Filled to the brim with exquisite mountain views, bustling urban centeres, and fascinating history, Southeast Asia offers more than you can possibly fit into a two-week holiday. Unfortunately, it’s simply impossible to see it all in one go. Prioritising and compromising the sights at the top of your list is essential to plan the perfect journey.
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Whether you’re interested in purusing Bangkok’s floating markets, exploring the ruins of an ancient capital city or hiking through Cambodia’s Bokor mountains, there is definitely a Southeast Asia adventure for you. Here are three trips we suggest to see the best attractions without breaking the bank.
Of course you’re more than free to combine these trips or add your own routes to plan the optimal trip for you.
Southeast Asia City-Break
Explore the metropolitan side of Southeast Asian life from the royal palace of Bangkok to the sleek modern skyscrapers in Ho Chi Minh city to the smaller city of Siem Reap for some more traditional flare.
Also commonly referred to by its pre-revolutionary name, Saigon, Ho Chi Minh City is Vietnam’s most populous urban area. From French colonial buildings to the Suối Tiên Amusement and Culture Park and various beach resorts, Ho Chi Minh attracts millions of visitors every year.
On the other side of the border, Cambodia’s capital and largest city, Phnom Penh, offers boundless opportunities for shopping and offers plenty of modern restaurants, hotels and bars along its popular Sisowath Quay.
For more of a small city feel, however, the resort city of Siem Reap exhudes local Cambodian charm. Home to the world-renowned Angkor Temple, Siem Reap’s cityscape mixes French colonial architecture with a Chinese twist, and makes an ideal stop between Phnom Penh and Bangkok.
Thailand’s capital city mixes traditional Thai architecture with European influences and modern skyscrapers. Bangkok is world renowned for its thriving nightlife, and outranks London in terms of yearly overnight visitors. Popular sights include the Grand Palace, the Bangkok National Museum, the Jim Thompson House and the Taling Chan Floating Market.
Southeast Asia Temple Tour
Southeast Asia is home to many rich and ancient cultures, leaving the remnants of great cities and sacred shines as a reminder of all the history in the region.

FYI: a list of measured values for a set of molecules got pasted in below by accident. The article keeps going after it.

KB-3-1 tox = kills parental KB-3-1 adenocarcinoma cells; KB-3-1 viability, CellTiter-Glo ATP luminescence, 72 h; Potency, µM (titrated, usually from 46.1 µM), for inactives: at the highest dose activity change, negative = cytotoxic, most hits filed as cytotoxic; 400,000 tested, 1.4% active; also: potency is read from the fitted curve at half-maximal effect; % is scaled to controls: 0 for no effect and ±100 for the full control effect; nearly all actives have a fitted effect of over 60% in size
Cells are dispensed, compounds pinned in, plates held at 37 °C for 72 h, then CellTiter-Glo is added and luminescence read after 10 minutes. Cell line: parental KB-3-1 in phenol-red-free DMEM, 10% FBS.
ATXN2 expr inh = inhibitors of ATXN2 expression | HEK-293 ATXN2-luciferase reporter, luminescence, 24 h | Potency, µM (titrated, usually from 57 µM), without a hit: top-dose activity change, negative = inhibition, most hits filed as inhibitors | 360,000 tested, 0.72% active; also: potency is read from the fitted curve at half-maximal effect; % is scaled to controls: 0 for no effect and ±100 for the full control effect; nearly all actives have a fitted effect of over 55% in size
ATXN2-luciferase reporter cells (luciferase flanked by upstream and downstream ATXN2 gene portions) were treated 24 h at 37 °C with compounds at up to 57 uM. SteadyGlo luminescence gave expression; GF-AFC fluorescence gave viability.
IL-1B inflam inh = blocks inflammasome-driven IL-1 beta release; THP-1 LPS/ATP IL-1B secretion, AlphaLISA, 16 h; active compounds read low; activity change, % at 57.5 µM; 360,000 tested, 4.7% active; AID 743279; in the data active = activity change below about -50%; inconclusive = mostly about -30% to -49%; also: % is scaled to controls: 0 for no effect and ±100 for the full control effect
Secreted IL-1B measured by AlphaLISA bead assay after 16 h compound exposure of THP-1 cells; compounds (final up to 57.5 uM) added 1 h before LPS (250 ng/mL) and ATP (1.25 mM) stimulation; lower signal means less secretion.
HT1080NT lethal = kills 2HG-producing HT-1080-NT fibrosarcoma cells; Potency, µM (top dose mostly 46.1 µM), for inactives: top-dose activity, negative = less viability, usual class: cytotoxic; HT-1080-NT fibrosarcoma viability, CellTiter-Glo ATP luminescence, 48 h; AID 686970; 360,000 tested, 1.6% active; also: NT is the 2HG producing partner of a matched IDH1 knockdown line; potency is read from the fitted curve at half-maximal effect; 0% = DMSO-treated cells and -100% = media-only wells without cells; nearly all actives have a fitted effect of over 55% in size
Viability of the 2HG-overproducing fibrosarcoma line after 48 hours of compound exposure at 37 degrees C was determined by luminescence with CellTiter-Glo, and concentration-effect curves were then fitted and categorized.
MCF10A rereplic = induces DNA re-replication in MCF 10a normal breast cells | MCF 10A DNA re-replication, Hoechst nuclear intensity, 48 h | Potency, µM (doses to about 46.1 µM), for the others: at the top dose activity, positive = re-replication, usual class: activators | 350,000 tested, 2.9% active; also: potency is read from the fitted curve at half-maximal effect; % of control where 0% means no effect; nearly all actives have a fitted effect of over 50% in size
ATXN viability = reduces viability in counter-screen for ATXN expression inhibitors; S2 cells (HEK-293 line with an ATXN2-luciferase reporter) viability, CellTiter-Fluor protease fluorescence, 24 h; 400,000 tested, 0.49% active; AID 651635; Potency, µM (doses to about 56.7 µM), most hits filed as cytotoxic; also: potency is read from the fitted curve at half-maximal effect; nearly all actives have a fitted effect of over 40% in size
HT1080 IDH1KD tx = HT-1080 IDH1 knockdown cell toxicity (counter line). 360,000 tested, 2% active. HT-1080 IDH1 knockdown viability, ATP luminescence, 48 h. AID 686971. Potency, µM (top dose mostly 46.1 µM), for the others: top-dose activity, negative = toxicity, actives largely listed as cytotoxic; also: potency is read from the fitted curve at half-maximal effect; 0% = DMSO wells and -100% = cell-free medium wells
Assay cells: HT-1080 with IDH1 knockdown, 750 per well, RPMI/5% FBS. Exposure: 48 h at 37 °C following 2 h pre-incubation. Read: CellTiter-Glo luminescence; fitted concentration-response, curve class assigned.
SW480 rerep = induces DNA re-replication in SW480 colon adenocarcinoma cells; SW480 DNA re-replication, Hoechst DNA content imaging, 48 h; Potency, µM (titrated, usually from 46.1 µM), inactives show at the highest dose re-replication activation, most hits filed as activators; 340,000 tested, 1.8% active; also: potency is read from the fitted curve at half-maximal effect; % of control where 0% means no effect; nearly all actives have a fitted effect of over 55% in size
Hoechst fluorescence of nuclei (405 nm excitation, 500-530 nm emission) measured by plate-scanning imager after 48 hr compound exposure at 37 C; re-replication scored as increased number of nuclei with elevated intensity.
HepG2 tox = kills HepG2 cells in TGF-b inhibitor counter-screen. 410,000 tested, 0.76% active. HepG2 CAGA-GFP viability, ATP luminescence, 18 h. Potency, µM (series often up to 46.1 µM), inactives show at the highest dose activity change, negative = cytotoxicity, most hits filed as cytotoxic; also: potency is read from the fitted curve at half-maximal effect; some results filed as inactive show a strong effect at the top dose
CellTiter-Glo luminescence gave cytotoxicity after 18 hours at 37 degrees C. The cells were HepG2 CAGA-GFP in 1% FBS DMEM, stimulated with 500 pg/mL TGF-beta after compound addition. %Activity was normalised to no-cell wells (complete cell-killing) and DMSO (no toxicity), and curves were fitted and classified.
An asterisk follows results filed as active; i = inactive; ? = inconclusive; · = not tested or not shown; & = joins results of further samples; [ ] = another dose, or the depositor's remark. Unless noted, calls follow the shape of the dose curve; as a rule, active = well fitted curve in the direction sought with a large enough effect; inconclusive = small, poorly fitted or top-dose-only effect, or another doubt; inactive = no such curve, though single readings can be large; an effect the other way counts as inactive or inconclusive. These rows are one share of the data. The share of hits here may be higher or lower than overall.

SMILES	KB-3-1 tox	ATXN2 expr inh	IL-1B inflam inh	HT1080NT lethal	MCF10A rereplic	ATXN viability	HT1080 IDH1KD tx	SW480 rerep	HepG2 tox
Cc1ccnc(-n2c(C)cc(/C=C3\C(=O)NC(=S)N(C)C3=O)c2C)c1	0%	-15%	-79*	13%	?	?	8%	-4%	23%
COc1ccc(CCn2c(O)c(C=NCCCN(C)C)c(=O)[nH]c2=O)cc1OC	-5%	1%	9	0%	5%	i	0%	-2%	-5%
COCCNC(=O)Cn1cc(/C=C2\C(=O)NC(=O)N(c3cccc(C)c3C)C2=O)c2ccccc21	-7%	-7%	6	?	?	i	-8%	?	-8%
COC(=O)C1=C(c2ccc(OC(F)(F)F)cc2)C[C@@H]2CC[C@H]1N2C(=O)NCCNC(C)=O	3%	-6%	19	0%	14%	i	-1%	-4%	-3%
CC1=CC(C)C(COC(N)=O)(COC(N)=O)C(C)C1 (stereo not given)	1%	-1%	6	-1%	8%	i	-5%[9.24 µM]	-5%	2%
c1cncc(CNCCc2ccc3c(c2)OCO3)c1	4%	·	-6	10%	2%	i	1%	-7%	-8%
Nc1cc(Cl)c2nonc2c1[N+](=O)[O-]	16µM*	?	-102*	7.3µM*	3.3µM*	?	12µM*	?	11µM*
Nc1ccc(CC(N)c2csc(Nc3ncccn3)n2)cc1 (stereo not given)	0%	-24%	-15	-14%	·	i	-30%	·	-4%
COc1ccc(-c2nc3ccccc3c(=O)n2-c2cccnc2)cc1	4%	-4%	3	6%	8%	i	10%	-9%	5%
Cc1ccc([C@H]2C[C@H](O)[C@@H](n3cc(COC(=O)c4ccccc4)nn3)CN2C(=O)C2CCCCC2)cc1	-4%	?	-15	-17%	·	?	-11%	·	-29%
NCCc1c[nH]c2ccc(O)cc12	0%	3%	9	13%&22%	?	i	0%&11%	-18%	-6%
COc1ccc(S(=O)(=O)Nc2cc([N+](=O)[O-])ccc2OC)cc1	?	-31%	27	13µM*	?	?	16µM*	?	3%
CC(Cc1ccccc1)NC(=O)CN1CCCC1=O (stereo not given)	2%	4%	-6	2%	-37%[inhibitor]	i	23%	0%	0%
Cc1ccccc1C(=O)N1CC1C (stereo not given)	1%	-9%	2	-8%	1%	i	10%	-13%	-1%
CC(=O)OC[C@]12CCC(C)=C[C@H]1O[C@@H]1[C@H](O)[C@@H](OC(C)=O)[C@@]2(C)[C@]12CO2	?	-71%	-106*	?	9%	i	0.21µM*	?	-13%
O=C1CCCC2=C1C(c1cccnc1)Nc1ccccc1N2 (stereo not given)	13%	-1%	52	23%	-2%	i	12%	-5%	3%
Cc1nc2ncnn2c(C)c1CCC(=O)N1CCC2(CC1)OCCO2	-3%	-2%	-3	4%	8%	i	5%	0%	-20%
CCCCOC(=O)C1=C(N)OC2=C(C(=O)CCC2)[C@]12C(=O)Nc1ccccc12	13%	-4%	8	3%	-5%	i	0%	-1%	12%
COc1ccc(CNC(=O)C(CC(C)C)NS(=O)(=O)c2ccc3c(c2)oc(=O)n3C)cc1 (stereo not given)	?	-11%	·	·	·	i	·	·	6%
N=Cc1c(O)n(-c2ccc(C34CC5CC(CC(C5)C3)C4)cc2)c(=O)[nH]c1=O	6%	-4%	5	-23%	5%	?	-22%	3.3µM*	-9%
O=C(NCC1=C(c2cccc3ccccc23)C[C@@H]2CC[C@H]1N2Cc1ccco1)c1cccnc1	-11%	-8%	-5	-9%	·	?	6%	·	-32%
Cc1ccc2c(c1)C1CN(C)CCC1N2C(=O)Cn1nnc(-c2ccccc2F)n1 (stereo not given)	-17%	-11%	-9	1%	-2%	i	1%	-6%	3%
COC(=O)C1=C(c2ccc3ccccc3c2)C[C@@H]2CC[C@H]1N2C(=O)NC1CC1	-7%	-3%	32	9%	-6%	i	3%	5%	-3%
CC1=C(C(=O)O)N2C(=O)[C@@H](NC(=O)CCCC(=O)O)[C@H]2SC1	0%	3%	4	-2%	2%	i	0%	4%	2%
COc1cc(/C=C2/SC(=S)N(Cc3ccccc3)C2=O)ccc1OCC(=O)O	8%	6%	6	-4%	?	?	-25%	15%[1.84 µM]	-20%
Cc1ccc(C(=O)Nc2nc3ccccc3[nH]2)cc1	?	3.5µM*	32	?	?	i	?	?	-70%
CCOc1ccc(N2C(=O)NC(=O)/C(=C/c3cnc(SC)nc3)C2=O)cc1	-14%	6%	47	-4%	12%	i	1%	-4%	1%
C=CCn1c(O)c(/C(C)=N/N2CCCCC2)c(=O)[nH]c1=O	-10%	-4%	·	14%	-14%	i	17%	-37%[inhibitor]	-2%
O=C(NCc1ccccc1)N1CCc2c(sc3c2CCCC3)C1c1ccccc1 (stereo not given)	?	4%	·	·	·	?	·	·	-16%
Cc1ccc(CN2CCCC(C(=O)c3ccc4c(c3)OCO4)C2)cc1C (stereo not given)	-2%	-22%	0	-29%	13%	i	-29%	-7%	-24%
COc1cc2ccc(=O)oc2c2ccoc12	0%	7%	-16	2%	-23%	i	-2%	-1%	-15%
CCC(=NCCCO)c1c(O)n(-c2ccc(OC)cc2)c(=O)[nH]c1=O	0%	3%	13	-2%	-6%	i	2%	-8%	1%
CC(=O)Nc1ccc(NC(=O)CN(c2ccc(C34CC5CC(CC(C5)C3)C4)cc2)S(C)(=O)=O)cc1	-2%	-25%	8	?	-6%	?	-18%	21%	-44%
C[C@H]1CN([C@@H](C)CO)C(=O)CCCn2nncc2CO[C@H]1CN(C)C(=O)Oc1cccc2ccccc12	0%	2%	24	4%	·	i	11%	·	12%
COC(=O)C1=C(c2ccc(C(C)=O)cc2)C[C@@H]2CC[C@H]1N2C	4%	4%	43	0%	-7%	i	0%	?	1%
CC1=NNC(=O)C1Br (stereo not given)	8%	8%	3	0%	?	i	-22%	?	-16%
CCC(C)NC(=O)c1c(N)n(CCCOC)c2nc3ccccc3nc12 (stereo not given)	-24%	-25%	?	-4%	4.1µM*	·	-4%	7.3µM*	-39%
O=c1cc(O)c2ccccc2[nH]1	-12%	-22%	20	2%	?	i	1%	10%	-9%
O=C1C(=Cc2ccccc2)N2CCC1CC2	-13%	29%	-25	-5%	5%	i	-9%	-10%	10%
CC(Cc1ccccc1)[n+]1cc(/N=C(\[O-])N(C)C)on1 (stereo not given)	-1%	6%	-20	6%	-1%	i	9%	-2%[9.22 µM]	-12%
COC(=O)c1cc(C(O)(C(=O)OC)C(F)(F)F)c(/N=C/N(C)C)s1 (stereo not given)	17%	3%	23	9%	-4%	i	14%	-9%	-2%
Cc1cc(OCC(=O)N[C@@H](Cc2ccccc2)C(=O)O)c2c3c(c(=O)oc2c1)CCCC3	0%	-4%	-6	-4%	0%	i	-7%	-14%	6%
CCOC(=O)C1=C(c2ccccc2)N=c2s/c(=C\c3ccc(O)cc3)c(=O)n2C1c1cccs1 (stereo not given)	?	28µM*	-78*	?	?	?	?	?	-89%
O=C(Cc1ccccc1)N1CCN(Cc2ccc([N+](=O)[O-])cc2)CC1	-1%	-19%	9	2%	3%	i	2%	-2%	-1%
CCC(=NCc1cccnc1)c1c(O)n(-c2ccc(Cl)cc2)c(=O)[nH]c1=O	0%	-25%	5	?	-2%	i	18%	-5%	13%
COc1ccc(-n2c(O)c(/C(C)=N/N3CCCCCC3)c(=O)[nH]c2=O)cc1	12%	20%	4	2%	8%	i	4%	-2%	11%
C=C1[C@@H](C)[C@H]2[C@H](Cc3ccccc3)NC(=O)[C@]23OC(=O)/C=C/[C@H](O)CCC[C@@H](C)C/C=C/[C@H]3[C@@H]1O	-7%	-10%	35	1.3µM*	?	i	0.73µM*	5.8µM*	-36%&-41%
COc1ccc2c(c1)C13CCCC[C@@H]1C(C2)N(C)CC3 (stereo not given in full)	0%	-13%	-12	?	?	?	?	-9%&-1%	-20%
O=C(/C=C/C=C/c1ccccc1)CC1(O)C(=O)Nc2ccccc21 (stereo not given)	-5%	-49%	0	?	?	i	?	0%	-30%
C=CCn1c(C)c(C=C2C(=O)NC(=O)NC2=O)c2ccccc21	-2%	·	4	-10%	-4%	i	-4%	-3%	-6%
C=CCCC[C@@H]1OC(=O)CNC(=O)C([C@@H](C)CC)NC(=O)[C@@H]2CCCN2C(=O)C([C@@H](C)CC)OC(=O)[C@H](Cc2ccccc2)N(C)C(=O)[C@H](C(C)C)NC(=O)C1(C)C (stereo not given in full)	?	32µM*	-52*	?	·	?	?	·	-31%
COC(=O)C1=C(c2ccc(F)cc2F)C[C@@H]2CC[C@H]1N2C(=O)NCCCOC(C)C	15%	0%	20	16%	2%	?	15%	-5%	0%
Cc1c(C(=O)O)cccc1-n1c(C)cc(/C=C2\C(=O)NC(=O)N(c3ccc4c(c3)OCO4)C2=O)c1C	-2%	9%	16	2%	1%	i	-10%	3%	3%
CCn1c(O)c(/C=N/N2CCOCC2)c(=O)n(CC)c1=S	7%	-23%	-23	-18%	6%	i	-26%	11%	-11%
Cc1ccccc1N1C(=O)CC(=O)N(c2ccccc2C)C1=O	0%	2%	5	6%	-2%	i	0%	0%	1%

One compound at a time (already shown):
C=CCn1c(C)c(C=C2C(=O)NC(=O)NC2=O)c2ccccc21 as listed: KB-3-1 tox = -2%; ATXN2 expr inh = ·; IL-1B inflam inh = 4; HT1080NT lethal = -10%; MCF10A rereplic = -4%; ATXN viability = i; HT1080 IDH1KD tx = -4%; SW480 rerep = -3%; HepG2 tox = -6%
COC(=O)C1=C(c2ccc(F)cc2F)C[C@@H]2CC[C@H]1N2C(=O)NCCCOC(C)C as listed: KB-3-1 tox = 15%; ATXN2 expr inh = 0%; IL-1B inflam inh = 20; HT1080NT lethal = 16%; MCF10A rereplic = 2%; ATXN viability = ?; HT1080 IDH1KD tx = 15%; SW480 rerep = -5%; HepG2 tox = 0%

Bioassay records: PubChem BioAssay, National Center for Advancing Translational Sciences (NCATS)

Built during the Khmer Empire, the Preah Vihear Temple is one of Cambodia’s most spectacular Hindu temples. In fact, the temple was actually the subject of a dispute between Cambodia and Thailand due to its proximity to the border of the two nations, and the Hague eventually declared Cambodia its rightful home. The temple was initially built to honour the Hindu diety, Shiva, but was later converted by Buddhists.
Perhaps Cambodia’s most famous ruins, Angkor was once the capital of the Khmer Empire and its ruins are now a UNESCO World Heritage Site. Stone statues and towering pyramids greet visitors as they stroll through Angkor’s ancient streets.
Cambodia’s capital city also holds many ancient treasures, including the Silver Pagoda on the south side of the royal palace. Buddha statues made of gold and jewels adorn the palace’s interior, showcasing the splendour and wealth of its royal inhabitants.
The Grand Palace of Bangkok is one of the region’s most spectacular architectural marvels. The Temple of the Emerald Buddha sits in one of the palace’s outer courts and is considered one of Thailand’s most important temples. As the name implies, the temple’s focal point is a Buddha statue carved entirely from a single block of jade.
Near the northern city of Chiang Mai, Wiang Kum Kam marks the remnants of a great city that was ravaged by floods nearly 700 years ago. The city of Chiang Mai was built as a replacement, but locals and tourists alike can still stroll along the old foundations of the city, the remains of old temples and the impressive Wat Chedi Liam, which still stands tall.
Southeast Asia Outdoor Wanderlust
Looking to take advantage of Southeast Asia’s warm climate? The region boasts some of the most unique and beautiful natural landscapes in the world from thriving jungles to towering mountains and cascading falls, there’s an abundance of nature to explore.
Located around the Mekong River in Laos, the 4000 Islands archipelago features waterfalls, beaches and even an open air cinema. Take a boat tour down the river for a chance to see one of the region’s elusive Irrawaddy dolphins and relax in one of the many charming guesthouses and hotels along the shore.
Aside from a unique city life and ancient ruins, Siem Reap also has plenty to offer nature lovers with the nearby Phnom Kulen National Park and the Tonlé Sap, a combined lake and river system that’s vital to the country and runs past many local attractions, such as the floating villages.
Near the southern city of Kampot, the Bokor National Park is a great place for hiking and scenic views. Some of the mountain region’s best sites include the Popokvil waterfall, the historic Le Bokor Hotel, the Lok Yeay Mao Monument and the 500 Rice Fields Meditation Centre.
Famed for its sunny resorts and warm beaches, Sihanoukville is an extremely popular stop for tourists and for good reason. The city is surrounded by islands, rivers and coastline, which allows for a surplus of opportunities for outdoor enthusiasts.
Trat’s beaches are some of Thailand’s most famous, with a quality that is unique from the rest of the country, being on the eastern border with Cambodia. Lined with palm trees and cabanas, the area is a sun bather’s paradise and is the perfect place to enjoy the rest of your holiday.